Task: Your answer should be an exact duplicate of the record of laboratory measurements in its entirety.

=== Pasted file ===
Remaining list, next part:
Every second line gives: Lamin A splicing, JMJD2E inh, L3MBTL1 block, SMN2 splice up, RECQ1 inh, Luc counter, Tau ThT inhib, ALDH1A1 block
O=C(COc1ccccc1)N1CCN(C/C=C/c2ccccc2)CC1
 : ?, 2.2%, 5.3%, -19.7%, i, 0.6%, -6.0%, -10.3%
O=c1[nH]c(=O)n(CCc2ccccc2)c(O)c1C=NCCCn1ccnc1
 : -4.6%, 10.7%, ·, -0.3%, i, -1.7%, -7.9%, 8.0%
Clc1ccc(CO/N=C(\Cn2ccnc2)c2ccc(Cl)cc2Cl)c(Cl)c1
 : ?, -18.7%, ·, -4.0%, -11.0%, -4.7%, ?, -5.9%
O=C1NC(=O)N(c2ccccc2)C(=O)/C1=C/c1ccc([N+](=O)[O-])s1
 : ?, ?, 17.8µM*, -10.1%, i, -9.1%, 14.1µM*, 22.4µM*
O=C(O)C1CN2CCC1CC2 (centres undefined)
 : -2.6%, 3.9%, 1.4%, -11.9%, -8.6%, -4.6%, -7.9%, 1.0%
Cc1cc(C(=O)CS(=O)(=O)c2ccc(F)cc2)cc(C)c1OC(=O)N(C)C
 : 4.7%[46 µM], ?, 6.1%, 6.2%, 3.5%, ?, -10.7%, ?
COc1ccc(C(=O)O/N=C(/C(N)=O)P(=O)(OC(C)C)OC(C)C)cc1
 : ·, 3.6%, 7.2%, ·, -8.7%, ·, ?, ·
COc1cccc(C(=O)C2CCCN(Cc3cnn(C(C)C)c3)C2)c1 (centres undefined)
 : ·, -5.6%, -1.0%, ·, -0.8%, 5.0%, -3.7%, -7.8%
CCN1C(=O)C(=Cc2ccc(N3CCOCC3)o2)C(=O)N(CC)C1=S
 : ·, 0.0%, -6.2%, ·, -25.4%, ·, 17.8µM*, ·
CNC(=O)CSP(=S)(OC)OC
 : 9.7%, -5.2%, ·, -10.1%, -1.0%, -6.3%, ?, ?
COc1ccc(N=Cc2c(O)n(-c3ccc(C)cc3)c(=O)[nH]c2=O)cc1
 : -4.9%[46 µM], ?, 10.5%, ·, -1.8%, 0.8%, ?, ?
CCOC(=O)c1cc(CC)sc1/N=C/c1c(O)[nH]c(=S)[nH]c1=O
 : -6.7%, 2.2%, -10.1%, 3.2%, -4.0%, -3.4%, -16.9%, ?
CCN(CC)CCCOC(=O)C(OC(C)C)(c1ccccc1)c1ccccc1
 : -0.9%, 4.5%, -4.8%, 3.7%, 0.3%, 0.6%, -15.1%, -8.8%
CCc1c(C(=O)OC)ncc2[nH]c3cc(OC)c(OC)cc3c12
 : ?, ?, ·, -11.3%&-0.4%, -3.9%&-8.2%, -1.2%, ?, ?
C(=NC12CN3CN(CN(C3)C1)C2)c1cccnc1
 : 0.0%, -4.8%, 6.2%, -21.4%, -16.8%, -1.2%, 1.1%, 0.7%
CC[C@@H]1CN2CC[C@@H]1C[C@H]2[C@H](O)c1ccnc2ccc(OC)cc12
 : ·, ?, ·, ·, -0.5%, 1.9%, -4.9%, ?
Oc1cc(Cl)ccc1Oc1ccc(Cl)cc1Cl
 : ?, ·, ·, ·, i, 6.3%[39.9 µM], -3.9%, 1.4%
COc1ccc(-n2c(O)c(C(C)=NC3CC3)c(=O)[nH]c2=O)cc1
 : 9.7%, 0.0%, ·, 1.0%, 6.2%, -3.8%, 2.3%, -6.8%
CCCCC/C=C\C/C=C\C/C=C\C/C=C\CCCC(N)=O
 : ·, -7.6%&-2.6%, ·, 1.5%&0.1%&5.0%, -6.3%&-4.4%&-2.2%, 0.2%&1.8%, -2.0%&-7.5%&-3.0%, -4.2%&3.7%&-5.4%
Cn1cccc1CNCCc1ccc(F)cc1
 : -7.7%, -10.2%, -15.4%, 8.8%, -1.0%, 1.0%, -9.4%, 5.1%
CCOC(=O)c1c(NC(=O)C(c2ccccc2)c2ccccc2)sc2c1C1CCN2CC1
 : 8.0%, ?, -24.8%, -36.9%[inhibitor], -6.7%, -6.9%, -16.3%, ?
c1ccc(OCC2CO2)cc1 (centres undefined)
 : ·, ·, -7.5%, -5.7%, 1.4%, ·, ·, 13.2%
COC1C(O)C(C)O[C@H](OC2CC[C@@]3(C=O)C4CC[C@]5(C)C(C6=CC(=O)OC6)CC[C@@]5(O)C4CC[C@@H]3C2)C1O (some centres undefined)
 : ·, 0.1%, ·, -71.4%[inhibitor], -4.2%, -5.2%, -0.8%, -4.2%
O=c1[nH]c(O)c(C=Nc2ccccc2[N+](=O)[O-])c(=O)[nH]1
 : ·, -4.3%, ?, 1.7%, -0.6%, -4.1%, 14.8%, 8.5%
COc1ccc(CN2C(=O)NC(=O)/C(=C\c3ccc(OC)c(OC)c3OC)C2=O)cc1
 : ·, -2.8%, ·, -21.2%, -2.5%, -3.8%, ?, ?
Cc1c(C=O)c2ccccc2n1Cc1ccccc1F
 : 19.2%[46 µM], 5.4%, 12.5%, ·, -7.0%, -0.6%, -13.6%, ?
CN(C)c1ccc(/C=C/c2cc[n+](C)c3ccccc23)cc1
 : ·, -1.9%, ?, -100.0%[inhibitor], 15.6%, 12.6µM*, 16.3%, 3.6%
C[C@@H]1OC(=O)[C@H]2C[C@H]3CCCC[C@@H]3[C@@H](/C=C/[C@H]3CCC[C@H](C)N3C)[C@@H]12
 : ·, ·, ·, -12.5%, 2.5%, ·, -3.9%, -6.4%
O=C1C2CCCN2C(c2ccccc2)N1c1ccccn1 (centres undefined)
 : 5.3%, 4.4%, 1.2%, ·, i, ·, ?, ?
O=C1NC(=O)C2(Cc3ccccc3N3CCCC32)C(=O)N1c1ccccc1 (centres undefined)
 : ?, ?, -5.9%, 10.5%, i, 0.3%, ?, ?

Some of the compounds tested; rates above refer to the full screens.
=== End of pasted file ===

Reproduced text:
Remaining list, next part:
Every second line gives: Lamin A splicing, JMJD2E inh, L3MBTL1 block, SMN2 splice up, RECQ1 inh, Luc counter, Tau ThT inhib, ALDH1A1 block
O=C(COc1ccccc1)N1CCN(C/C=C/c2ccccc2)CC1
 : ?, 2.2%, 5.3%, -19.7%, i, 0.6%, -6.0%, -10.3%
O=c1[nH]c(=O)n(CCc2ccccc2)c(O)c1C=NCCCn1ccnc1
 : -4.6%, 10.7%, ·, -0.3%, i, -1.7%, -7.9%, 8.0%
Clc1ccc(CO/N=C(\Cn2ccnc2)c2ccc(Cl)cc2Cl)c(Cl)c1
 : ?, -18.7%, ·, -4.0%, -11.0%, -4.7%, ?, -5.9%
O=C1NC(=O)N(c2ccccc2)C(=O)/C1=C/c1ccc([N+](=O)[O-])s1
 : ?, ?, 17.8µM*, -10.1%, i, -9.1%, 14.1µM*, 22.4µM*
O=C(O)C1CN2CCC1CC2 (centres undefined)
 : -2.6%, 3.9%, 1.4%, -11.9%, -8.6%, -4.6%, -7.9%, 1.0%
Cc1cc(C(=O)CS(=O)(=O)c2ccc(F)cc2)cc(C)c1OC(=O)N(C)C
 : 4.7%[46 µM], ?, 6.1%, 6.2%, 3.5%, ?, -10.7%, ?
COc1ccc(C(=O)O/N=C(/C(N)=O)P(=O)(OC(C)C)OC(C)C)cc1
 : ·, 3.6%, 7.2%, ·, -8.7%, ·, ?, ·
COc1cccc(C(=O)C2CCCN(Cc3cnn(C(C)C)c3)C2)c1 (centres undefined)
 : ·, -5.6%, -1.0%, ·, -0.8%, 5.0%, -3.7%, -7.8%
CCN1C(=O)C(=Cc2ccc(N3CCOCC3)o2)C(=O)N(CC)C1=S
 : ·, 0.0%, -6.2%, ·, -25.4%, ·, 17.8µM*, ·
CNC(=O)CSP(=S)(OC)OC
 : 9.7%, -5.2%, ·, -10.1%, -1.0%, -6.3%, ?, ?
COc1ccc(N=Cc2c(O)n(-c3ccc(C)cc3)c(=O)[nH]c2=O)cc1
 : -4.9%[46 µM], ?, 10.5%, ·, -1.8%, 0.8%, ?, ?
CCOC(=O)c1cc(CC)sc1/N=C/c1c(O)[nH]c(=S)[nH]c1=O
 : -6.7%, 2.2%, -10.1%, 3.2%, -4.0%, -3.4%, -16.9%, ?
CCN(CC)CCCOC(=O)C(OC(C)C)(c1ccccc1)c1ccccc1
 : -0.9%, 4.5%, -4.8%, 3.7%, 0.3%, 0.6%, -15.1%, -8.8%
CCc1c(C(=O)OC)ncc2[nH]c3cc(OC)c(OC)cc3c12
 : ?, ?, ·, -11.3%&-0.4%, -3.9%&-8.2%, -1.2%, ?, ?
C(=NC12CN3CN(CN(C3)C1)C2)c1cccnc1
 : 0.0%, -4.8%, 6.2%, -21.4%, -16.8%, -1.2%, 1.1%, 0.7%
CC[C@@H]1CN2CC[C@@H]1C[C@H]2[C@H](O)c1ccnc2ccc(OC)cc12
 : ·, ?, ·, ·, -0.5%, 1.9%, -4.9%, ?
Oc1cc(Cl)ccc1Oc1ccc(Cl)cc1Cl
 : ?, ·, ·, ·, i, 6.3%[39.9 µM], -3.9%, 1.4%
COc1ccc(-n2c(O)c(C(C)=NC3CC3)c(=O)[nH]c2=O)cc1
 : 9.7%, 0.0%, ·, 1.0%, 6.2%, -3.8%, 2.3%, -6.8%
CCCCC/C=C\C/C=C\C/C=C\C/C=C\CCCC(N)=O
 : ·, -7.6%&-2.6%, ·, 1.5%&0.1%&5.0%, -6.3%&-4.4%&-2.2%, 0.2%&1.8%, -2.0%&-7.5%&-3.0%, -4.2%&3.7%&-5.4%
Cn1cccc1CNCCc1ccc(F)cc1
 : -7.7%, -10.2%, -15.4%, 8.8%, -1.0%, 1.0%, -9.4%, 5.1%
CCOC(=O)c1c(NC(=O)C(c2ccccc2)c2ccccc2)sc2c1C1CCN2CC1
 : 8.0%, ?, -24.8%, -36.9%[inhibitor], -6.7%, -6.9%, -16.3%, ?
c1ccc(OCC2CO2)cc1 (centres undefined)
 : ·, ·, -7.5%, -5.7%, 1.4%, ·, ·, 13.2%
COC1C(O)C(C)O[C@H](OC2CC[C@@]3(C=O)C4CC[C@]5(C)C(C6=CC(=O)OC6)CC[C@@]5(O)C4CC[C@@H]3C2)C1O (some centres undefined)
 : ·, 0.1%, ·, -71.4%[inhibitor], -4.2%, -5.2%, -0.8%, -4.2%
O=c1[nH]c(O)c(C=Nc2ccccc2[N+](=O)[O-])c(=O)[nH]1
 : ·, -4.3%, ?, 1.7%, -0.6%, -4.1%, 14.8%, 8.5%
COc1ccc(CN2C(=O)NC(=O)/C(=C\c3ccc(OC)c(OC)c3OC)C2=O)cc1
 : ·, -2.8%, ·, -21.2%, -2.5%, -3.8%, ?, ?
Cc1c(C=O)c2ccccc2n1Cc1ccccc1F
 : 19.2%[46 µM], 5.4%, 12.5%, ·, -7.0%, -0.6%, -13.6%, ?
CN(C)c1ccc(/C=C/c2cc[n+](C)c3ccccc23)cc1
 : ·, -1.9%, ?, -100.0%[inhibitor], 15.6%, 12.6µM*, 16.3%, 3.6%
C[C@@H]1OC(=O)[C@H]2C[C@H]3CCCC[C@@H]3[C@@H](/C=C/[C@H]3CCC[C@H](C)N3C)[C@@H]12
 : ·, ·, ·, -12.5%, 2.5%, ·, -3.9%, -6.4%
O=C1C2CCCN2C(c2ccccc2)N1c1ccccn1 (centres undefined)
 : 5.3%, 4.4%, 1.2%, ·, i, ·, ?, ?
O=C1NC(=O)C2(Cc3ccccc3N3CCCC32)C(=O)N1c1ccccc1 (centres undefined)
 : ?, ?, -5.9%, 10.5%, i, 0.3%, ?, ?

Some of the compounds tested; rates above refer to the full screens.